“People aren’t afraid of hard work. They are afraid of hard work not paying off.”
It is the struggle we should be jealous of. The effort people put in not knowing when the outcome will take place. I tell people don’t be jealous of my trophy, be jealous of my closet! This is a picture of my closet filled with video recordings of my speeches that I went back and studied.
I also studied nine years of World Championship contest videos, ten contestants each year, that’s 90 World-Class videos. I watched the tape of the winners repeatedly to determine the difference between the person who came in first and the person who came in second. What was that little difference that made all the difference? I could tell you what I learned, but that would never go as deep into you as it did to me because of the effort I put in. It was not just watching the videos. It was the mindset I brought to watching them. I was a sponge, and I asked my coach lots of questions.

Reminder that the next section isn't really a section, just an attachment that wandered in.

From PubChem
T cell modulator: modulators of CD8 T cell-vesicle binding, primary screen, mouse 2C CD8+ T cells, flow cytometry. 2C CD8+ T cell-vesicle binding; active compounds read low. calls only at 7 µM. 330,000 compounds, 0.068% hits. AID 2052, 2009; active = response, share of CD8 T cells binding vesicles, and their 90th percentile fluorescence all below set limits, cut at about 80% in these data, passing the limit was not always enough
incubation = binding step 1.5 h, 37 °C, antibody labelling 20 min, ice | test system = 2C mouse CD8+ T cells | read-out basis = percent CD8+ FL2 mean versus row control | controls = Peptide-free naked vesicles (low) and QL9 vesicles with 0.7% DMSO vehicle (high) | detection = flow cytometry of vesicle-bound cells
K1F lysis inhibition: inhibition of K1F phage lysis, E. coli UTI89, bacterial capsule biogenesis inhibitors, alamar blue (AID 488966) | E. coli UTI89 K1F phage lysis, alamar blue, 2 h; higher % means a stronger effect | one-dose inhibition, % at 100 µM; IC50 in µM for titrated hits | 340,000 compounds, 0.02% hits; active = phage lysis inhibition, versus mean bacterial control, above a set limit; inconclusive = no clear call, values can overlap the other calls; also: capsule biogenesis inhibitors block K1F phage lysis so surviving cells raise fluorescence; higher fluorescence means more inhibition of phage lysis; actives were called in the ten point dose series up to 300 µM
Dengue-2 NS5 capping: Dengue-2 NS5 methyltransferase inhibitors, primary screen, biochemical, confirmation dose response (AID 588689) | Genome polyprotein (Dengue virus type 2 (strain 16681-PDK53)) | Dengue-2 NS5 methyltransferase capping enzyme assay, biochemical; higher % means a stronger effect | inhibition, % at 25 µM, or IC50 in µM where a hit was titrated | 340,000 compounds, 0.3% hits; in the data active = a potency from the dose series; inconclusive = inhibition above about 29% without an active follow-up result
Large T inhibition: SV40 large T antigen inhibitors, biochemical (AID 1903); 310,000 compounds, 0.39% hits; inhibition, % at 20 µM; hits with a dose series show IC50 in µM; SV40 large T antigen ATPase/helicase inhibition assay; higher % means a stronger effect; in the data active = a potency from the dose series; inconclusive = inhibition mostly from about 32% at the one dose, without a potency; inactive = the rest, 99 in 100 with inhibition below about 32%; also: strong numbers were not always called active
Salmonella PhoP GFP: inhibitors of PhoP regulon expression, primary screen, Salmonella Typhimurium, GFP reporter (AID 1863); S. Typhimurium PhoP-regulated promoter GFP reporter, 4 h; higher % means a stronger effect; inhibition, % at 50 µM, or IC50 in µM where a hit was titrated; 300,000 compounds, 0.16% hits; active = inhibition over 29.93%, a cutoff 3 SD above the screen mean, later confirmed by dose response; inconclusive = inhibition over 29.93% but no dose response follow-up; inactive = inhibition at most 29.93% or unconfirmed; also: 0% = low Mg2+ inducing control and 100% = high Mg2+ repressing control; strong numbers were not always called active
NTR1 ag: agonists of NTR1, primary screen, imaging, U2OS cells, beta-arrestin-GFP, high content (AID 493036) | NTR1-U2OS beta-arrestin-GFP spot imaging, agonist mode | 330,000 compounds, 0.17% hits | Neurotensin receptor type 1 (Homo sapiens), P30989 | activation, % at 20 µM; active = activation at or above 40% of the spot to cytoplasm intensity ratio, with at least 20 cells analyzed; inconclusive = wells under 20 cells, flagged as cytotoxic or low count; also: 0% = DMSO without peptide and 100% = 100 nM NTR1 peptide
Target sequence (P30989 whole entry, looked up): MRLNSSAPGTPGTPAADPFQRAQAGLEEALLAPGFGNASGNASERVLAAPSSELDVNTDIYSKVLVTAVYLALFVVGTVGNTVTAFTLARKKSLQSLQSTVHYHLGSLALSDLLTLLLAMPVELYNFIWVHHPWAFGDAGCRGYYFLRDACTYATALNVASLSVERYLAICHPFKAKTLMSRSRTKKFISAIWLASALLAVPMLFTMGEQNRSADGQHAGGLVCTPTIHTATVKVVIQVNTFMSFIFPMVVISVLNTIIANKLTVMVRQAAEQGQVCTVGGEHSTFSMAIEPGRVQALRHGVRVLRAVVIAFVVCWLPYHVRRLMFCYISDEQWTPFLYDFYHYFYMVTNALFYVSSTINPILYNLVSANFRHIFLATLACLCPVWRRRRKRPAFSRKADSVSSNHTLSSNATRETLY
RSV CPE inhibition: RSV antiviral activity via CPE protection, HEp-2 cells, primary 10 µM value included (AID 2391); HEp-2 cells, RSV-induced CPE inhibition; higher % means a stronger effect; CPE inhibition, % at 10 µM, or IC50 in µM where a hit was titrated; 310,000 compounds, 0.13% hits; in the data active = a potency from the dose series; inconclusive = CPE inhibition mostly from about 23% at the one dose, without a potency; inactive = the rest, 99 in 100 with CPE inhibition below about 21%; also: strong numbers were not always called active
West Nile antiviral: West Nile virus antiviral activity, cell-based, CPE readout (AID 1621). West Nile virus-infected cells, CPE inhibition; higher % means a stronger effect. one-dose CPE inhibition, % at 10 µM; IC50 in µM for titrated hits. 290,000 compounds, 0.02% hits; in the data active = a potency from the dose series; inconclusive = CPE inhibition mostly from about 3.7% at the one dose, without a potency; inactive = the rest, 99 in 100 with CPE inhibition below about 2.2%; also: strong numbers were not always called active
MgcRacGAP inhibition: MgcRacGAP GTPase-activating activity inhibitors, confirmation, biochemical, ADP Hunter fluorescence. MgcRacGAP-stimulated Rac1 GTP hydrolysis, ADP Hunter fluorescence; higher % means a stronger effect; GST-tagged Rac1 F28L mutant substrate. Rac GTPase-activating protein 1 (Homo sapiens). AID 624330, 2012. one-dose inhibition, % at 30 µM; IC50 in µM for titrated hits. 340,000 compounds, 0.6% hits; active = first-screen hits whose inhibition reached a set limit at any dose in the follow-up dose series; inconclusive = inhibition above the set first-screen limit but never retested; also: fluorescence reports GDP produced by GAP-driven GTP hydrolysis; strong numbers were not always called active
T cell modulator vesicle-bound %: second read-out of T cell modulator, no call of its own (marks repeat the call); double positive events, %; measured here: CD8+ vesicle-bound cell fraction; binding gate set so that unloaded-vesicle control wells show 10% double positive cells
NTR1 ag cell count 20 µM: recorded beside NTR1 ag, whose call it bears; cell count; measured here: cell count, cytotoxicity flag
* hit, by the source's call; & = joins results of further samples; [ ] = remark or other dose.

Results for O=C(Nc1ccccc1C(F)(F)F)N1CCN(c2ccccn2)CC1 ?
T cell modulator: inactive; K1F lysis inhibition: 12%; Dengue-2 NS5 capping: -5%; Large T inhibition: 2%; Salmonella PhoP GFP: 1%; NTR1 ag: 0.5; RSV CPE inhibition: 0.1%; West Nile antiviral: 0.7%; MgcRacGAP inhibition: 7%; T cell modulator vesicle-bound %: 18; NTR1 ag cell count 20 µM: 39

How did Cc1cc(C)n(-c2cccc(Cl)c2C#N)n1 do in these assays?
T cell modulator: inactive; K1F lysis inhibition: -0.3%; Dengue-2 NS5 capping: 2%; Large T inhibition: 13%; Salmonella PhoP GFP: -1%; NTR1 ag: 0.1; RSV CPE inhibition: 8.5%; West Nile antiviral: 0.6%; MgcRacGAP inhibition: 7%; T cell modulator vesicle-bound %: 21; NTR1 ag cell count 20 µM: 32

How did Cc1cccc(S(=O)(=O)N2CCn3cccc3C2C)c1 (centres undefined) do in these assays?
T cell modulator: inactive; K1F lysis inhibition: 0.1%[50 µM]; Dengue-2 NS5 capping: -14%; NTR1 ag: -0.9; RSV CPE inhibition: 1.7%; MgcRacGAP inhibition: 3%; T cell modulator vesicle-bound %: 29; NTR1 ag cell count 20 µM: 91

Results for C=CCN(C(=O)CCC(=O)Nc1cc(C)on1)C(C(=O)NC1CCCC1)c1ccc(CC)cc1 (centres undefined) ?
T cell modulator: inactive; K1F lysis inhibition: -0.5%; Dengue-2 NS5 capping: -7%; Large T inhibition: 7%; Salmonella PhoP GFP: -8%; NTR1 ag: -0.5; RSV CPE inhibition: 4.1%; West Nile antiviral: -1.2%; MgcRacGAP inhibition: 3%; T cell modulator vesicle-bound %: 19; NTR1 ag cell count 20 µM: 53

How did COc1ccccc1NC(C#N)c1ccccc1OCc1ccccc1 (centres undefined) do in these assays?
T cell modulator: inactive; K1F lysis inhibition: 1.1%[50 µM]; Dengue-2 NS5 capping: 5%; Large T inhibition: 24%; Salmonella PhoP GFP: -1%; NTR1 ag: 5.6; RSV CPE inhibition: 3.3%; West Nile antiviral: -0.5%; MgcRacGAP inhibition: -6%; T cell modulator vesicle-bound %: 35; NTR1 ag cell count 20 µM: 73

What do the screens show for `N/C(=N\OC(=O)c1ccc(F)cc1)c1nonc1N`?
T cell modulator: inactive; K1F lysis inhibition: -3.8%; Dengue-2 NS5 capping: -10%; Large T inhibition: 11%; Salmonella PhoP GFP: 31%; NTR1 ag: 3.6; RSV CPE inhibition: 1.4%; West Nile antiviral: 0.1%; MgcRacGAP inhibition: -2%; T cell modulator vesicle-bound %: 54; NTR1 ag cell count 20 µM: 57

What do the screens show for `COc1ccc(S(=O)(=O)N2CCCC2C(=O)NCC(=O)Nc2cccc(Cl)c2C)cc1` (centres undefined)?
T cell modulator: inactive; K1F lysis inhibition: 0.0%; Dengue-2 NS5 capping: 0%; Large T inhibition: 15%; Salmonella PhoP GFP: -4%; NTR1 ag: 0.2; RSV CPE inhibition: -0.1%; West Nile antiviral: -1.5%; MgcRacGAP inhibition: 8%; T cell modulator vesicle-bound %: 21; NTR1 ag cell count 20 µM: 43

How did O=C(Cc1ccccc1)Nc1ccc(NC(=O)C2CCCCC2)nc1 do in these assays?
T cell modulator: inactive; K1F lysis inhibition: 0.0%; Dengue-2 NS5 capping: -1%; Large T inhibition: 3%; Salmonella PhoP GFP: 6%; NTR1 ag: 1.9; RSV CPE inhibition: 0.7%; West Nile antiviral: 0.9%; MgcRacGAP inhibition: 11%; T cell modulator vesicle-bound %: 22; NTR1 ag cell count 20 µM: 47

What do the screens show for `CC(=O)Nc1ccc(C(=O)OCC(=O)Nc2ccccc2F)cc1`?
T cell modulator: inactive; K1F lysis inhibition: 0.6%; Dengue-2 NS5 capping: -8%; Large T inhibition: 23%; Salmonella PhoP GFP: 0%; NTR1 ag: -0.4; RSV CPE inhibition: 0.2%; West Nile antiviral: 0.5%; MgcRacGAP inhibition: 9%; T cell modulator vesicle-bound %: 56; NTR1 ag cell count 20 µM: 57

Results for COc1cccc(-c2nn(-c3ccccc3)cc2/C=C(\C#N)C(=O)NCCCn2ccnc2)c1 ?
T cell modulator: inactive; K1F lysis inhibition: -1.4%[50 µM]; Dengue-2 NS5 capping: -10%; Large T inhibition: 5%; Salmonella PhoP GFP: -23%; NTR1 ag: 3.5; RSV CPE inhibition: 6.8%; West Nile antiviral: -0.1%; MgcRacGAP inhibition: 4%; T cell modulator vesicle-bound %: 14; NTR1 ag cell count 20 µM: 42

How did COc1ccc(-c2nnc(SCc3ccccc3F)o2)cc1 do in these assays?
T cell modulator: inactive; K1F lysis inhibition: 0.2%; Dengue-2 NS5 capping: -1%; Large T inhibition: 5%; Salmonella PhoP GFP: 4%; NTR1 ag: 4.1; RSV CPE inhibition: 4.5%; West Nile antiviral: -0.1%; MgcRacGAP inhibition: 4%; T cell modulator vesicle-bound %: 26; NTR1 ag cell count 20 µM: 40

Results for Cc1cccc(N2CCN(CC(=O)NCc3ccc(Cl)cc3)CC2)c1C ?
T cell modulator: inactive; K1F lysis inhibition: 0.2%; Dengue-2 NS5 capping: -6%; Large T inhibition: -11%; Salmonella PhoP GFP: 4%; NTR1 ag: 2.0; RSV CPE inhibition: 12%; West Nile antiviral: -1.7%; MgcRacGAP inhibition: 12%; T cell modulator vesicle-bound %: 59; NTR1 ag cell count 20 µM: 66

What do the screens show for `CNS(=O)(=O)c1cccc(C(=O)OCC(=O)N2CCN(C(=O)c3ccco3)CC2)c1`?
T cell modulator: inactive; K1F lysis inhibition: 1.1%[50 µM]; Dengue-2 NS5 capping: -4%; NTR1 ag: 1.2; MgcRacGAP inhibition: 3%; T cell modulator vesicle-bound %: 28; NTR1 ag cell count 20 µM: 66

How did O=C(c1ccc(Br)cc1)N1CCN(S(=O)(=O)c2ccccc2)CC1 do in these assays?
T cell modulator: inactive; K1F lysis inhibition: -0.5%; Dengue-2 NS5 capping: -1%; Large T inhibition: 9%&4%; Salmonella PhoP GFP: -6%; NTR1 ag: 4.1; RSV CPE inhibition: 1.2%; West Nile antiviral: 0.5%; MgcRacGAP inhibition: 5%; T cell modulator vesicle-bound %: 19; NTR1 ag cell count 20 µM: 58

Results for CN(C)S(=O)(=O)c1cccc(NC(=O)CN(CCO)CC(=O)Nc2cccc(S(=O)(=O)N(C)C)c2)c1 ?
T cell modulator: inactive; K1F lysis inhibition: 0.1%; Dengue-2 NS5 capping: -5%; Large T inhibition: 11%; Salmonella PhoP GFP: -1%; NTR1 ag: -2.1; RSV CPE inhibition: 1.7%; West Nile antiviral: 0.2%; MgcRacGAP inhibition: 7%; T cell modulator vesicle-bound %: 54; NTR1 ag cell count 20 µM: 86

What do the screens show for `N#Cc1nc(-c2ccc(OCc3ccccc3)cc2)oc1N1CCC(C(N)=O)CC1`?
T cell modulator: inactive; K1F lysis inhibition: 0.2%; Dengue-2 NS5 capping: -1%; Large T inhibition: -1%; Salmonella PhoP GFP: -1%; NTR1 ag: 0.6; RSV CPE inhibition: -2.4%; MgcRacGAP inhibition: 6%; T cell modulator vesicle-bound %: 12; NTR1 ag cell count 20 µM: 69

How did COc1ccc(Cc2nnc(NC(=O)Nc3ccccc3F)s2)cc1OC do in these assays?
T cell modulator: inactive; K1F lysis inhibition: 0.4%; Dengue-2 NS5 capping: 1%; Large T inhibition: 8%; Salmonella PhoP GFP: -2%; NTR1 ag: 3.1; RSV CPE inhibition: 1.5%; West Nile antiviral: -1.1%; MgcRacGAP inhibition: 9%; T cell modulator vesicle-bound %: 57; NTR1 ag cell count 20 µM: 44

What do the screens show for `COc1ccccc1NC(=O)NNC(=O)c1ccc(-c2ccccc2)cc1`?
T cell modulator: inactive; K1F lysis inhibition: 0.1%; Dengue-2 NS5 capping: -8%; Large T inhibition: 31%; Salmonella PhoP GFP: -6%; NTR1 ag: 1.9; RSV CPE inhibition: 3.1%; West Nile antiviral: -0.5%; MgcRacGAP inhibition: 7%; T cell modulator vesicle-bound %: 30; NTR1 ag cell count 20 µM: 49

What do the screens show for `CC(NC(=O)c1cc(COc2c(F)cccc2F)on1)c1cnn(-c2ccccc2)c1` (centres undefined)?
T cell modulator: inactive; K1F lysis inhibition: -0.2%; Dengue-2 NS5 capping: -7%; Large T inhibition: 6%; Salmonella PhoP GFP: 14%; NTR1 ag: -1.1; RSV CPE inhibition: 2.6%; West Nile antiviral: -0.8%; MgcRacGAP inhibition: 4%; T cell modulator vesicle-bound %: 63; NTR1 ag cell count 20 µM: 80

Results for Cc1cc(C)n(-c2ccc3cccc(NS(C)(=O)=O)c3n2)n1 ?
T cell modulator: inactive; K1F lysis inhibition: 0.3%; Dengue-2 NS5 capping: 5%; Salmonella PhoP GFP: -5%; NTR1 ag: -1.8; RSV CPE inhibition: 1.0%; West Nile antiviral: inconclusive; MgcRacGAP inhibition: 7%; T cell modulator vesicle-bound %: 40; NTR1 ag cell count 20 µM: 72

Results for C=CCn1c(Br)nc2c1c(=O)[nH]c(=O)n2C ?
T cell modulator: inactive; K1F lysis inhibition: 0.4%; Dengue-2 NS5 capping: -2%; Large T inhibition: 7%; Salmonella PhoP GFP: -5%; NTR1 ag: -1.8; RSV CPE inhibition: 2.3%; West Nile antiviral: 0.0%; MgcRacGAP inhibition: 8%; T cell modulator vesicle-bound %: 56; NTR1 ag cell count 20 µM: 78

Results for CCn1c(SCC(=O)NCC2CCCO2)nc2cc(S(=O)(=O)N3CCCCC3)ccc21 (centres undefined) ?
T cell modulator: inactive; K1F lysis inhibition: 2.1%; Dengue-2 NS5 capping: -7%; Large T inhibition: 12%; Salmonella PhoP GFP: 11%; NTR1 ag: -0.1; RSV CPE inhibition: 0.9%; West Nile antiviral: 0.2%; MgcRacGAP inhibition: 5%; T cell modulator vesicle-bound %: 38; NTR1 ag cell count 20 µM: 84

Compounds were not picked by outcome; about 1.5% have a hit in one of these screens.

Though it took me many months of testing microphones, lights, and background colors, I was “all in.” I had countless Amazon orders delivered while testing one piece of equipment against another. I sent many of them back as well. I wanted to use a blue curtain behind me that I already owned, and it was my brand colors. I solicited feedback from qualified people who I knew would tell me the truth. I heard random comments that I took seriously about my old background. I learned I had distractions in my background, which I was unaware of. Are you aware of yours? I was enlightened that a pale-skin Caucasian guy does not look good on a beige backdrop. #Duh!